Approximately $6.5 billion in new funding flowed into the digital health space in 2014, more than double the previous year's haul of $2.9 billion, show data from digital healthcare accelerator StartUp Health. But investors placed their bets on fewer companies. Only 459 companies received funding this year, a drop from the 590 who received investments in 2013.
The decrease in companies financed is one of the “signs of a maturing market,” StartUp Health says. Another sign may be the stage at which venture capitalists and firms are making investments in startups. According to StartUp Health's data, just over 25% of deals were in the seed capital stage, a very early stage in a company's development. That's the lowest percentage since 2010, and indicates that there are relatively fewer funded startup entrants in this year's cohort.
Collectively, investors seem most enthused by big data and analytics, pouring $1.46 billion into 90 deals in 2014. Next was population health, with $1.14 billion invested.
Some of the most pedigreed venture capitalists dominated in the number of deals—Khosla Ventures, Sequoia, Venrock, Andreessen Horowitz and Kleiner Perkins Caufield & Byers all made StartUp Health's investment leader board.
But corporate venture capital also made a strong showing in the sector. Qualcomm Ventures was the most active investor in digital health, according to StartUp Health, with 12 deals in 2014—a dramatic rise from the two deals it concluded in 2013. Other active corporate investors included Google Ventures, Mayo Clinic and GE Ventures, all handling five deals in 2014.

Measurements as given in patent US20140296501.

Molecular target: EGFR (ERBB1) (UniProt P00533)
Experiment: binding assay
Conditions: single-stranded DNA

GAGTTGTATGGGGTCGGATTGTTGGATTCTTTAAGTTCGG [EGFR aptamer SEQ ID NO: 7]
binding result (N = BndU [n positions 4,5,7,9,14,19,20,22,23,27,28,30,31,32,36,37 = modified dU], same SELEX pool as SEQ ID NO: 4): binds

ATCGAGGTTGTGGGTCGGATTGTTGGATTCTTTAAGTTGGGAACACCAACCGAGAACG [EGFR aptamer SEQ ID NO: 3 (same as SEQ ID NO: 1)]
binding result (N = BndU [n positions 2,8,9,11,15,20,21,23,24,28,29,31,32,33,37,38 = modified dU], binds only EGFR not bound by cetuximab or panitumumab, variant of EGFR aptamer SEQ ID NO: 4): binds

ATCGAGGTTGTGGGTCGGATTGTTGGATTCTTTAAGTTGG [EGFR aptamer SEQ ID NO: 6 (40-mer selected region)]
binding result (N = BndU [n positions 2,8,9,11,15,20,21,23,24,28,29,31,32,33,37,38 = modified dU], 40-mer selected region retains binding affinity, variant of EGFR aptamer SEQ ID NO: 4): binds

Expect more deals from the corporate cohort in 2015. McKesson Corp. is expected to make an aggressive push into digital health, potentially 15 to 25 deals over the next two to three years, with several hundred million over the next five to eight years, the corporation's venture capital head, Tom Rodgers, has said.
The enthusiasm from venture capitalists for digital health is in marked contrast to life science startups' fortunes as a whole.
According to the most recent data from the National Venture Capital Association, investment in biotechnology and healthcare services has grown slowly of late. About $4.6 billion was raised in 2013 for biotechnology, up 9.5% compared with $4.2 billion in 2012. It's unclear as yet where that sector will end 2014; $3.995 billion has been raised through the third quarter of this year.
Healthcare services, similarly, has grown more slowly, if at all: $336 million in 2012; $217 million in 2013; $280 million through the third quarter in 2014.
The low growth in funding has led to fewer startups in life sciences. According to a June 2014 report by the Brookings Institution, the number of life sciences startups has plummeted. The sector created 2,800 new firms in 1994. That fell to 1,995 in 2011.
Follow Darius Tahir on Twitter: @dariustahir